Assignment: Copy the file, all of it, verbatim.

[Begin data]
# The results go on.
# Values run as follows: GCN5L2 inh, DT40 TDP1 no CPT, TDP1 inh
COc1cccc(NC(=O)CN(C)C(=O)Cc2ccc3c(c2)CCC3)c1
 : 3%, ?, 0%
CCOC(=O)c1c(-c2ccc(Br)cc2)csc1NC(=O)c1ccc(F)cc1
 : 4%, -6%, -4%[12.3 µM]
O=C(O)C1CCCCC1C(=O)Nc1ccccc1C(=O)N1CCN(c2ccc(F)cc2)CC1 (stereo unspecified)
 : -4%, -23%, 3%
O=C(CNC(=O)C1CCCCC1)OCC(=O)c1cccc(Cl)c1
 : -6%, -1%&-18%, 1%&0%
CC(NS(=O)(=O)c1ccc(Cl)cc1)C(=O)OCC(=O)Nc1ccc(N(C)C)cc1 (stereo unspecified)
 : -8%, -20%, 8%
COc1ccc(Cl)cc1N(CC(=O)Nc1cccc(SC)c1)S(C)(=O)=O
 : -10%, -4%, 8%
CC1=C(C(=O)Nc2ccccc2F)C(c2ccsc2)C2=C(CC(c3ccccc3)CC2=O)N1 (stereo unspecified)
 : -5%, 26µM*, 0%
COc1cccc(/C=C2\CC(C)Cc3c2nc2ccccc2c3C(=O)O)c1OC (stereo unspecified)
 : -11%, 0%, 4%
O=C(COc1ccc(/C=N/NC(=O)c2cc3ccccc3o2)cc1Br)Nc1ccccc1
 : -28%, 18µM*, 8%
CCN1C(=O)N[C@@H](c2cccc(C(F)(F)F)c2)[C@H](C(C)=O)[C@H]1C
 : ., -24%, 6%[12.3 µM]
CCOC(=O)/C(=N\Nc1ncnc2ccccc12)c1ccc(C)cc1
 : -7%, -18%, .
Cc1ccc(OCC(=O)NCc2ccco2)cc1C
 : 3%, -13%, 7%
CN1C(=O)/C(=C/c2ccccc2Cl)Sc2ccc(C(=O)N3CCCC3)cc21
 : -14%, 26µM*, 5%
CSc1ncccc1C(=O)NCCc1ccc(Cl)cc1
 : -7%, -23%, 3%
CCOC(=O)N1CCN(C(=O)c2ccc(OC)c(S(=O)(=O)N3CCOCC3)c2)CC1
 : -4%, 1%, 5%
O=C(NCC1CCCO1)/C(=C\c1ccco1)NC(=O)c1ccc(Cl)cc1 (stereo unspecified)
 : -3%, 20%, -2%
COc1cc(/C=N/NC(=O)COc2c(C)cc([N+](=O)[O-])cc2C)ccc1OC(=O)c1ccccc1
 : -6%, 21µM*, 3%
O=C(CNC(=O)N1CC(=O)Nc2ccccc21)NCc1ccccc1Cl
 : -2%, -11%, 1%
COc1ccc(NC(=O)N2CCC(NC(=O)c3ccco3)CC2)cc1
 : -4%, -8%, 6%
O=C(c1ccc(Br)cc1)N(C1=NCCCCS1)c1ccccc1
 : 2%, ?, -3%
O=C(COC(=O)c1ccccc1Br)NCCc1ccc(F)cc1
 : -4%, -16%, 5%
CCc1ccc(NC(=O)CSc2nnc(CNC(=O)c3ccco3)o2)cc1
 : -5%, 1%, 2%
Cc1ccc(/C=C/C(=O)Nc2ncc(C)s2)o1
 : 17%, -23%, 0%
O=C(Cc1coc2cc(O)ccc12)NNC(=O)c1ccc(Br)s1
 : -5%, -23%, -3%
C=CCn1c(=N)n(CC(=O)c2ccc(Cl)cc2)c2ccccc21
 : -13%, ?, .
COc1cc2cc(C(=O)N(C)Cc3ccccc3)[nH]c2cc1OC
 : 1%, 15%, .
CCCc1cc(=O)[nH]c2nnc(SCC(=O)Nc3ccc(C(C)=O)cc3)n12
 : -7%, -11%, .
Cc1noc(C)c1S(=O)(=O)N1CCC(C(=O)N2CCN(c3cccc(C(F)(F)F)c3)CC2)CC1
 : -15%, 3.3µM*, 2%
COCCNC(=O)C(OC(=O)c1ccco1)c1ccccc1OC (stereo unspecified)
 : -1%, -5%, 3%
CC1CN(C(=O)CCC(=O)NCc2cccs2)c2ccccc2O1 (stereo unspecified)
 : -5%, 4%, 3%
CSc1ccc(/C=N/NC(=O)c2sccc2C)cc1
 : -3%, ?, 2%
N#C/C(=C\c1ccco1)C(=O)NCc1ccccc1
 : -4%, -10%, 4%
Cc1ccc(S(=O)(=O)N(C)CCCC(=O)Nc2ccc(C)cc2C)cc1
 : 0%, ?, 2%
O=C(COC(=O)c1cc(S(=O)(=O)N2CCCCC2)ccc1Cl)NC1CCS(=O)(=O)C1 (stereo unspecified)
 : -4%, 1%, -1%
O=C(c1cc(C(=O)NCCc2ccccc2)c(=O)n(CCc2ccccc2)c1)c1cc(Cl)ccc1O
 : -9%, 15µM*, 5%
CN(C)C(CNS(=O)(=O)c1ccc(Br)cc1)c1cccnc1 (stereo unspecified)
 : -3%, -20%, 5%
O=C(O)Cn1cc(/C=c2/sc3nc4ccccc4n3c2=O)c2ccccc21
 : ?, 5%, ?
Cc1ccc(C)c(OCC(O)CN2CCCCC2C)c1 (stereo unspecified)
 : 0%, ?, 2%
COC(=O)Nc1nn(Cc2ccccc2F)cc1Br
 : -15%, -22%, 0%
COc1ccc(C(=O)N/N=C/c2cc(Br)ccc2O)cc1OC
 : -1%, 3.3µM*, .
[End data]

# The results go on.
# Values run as follows: GCN5L2 inh, DT40 TDP1 no CPT, TDP1 inh
COc1cccc(NC(=O)CN(C)C(=O)Cc2ccc3c(c2)CCC3)c1
 : 3%, ?, 0%
CCOC(=O)c1c(-c2ccc(Br)cc2)csc1NC(=O)c1ccc(F)cc1
 : 4%, -6%, -4%[12.3 µM]
O=C(O)C1CCCCC1C(=O)Nc1ccccc1C(=O)N1CCN(c2ccc(F)cc2)CC1 (stereo unspecified)
 : -4%, -23%, 3%
O=C(CNC(=O)C1CCCCC1)OCC(=O)c1cccc(Cl)c1
 : -6%, -1%&-18%, 1%&0%
CC(NS(=O)(=O)c1ccc(Cl)cc1)C(=O)OCC(=O)Nc1ccc(N(C)C)cc1 (stereo unspecified)
 : -8%, -20%, 8%
COc1ccc(Cl)cc1N(CC(=O)Nc1cccc(SC)c1)S(C)(=O)=O
 : -10%, -4%, 8%
CC1=C(C(=O)Nc2ccccc2F)C(c2ccsc2)C2=C(CC(c3ccccc3)CC2=O)N1 (stereo unspecified)
 : -5%, 26µM*, 0%
COc1cccc(/C=C2\CC(C)Cc3c2nc2ccccc2c3C(=O)O)c1OC (stereo unspecified)
 : -11%, 0%, 4%
O=C(COc1ccc(/C=N/NC(=O)c2cc3ccccc3o2)cc1Br)Nc1ccccc1
 : -28%, 18µM*, 8%
CCN1C(=O)N[C@@H](c2cccc(C(F)(F)F)c2)[C@H](C(C)=O)[C@H]1C
 : ., -24%, 6%[12.3 µM]
CCOC(=O)/C(=N\Nc1ncnc2ccccc12)c1ccc(C)cc1
 : -7%, -18%, .
Cc1ccc(OCC(=O)NCc2ccco2)cc1C
 : 3%, -13%, 7%
CN1C(=O)/C(=C/c2ccccc2Cl)Sc2ccc(C(=O)N3CCCC3)cc21
 : -14%, 26µM*, 5%
CSc1ncccc1C(=O)NCCc1ccc(Cl)cc1
 : -7%, -23%, 3%
CCOC(=O)N1CCN(C(=O)c2ccc(OC)c(S(=O)(=O)N3CCOCC3)c2)CC1
 : -4%, 1%, 5%
O=C(NCC1CCCO1)/C(=C\c1ccco1)NC(=O)c1ccc(Cl)cc1 (stereo unspecified)
 : -3%, 20%, -2%
COc1cc(/C=N/NC(=O)COc2c(C)cc([N+](=O)[O-])cc2C)ccc1OC(=O)c1ccccc1
 : -6%, 21µM*, 3%
O=C(CNC(=O)N1CC(=O)Nc2ccccc21)NCc1ccccc1Cl
 : -2%, -11%, 1%
COc1ccc(NC(=O)N2CCC(NC(=O)c3ccco3)CC2)cc1
 : -4%, -8%, 6%
O=C(c1ccc(Br)cc1)N(C1=NCCCCS1)c1ccccc1
 : 2%, ?, -3%
O=C(COC(=O)c1ccccc1Br)NCCc1ccc(F)cc1
 : -4%, -16%, 5%
CCc1ccc(NC(=O)CSc2nnc(CNC(=O)c3ccco3)o2)cc1
 : -5%, 1%, 2%
Cc1ccc(/C=C/C(=O)Nc2ncc(C)s2)o1
 : 17%, -23%, 0%
O=C(Cc1coc2cc(O)ccc12)NNC(=O)c1ccc(Br)s1
 : -5%, -23%, -3%
C=CCn1c(=N)n(CC(=O)c2ccc(Cl)cc2)c2ccccc21
 : -13%, ?, .
COc1cc2cc(C(=O)N(C)Cc3ccccc3)[nH]c2cc1OC
 : 1%, 15%, .
CCCc1cc(=O)[nH]c2nnc(SCC(=O)Nc3ccc(C(C)=O)cc3)n12
 : -7%, -11%, .
Cc1noc(C)c1S(=O)(=O)N1CCC(C(=O)N2CCN(c3cccc(C(F)(F)F)c3)CC2)CC1
 : -15%, 3.3µM*, 2%
COCCNC(=O)C(OC(=O)c1ccco1)c1ccccc1OC (stereo unspecified)
 : -1%, -5%, 3%
CC1CN(C(=O)CCC(=O)NCc2cccs2)c2ccccc2O1 (stereo unspecified)
 : -5%, 4%, 3%
CSc1ccc(/C=N/NC(=O)c2sccc2C)cc1
 : -3%, ?, 2%
N#C/C(=C\c1ccco1)C(=O)NCc1ccccc1
 : -4%, -10%, 4%
Cc1ccc(S(=O)(=O)N(C)CCCC(=O)Nc2ccc(C)cc2C)cc1
 : 0%, ?, 2%
O=C(COC(=O)c1cc(S(=O)(=O)N2CCCCC2)ccc1Cl)NC1CCS(=O)(=O)C1 (stereo unspecified)
 : -4%, 1%, -1%
O=C(c1cc(C(=O)NCCc2ccccc2)c(=O)n(CCc2ccccc2)c1)c1cc(Cl)ccc1O
 : -9%, 15µM*, 5%
CN(C)C(CNS(=O)(=O)c1ccc(Br)cc1)c1cccnc1 (stereo unspecified)
 : -3%, -20%, 5%
O=C(O)Cn1cc(/C=c2/sc3nc4ccccc4n3c2=O)c2ccccc21
 : ?, 5%, ?
Cc1ccc(C)c(OCC(O)CN2CCCCC2C)c1 (stereo unspecified)
 : 0%, ?, 2%
COC(=O)Nc1nn(Cc2ccccc2F)cc1Br
 : -15%, -22%, 0%
COc1ccc(C(=O)N/N=C/c2cc(Br)ccc2O)cc1OC
 : -1%, 3.3µM*, .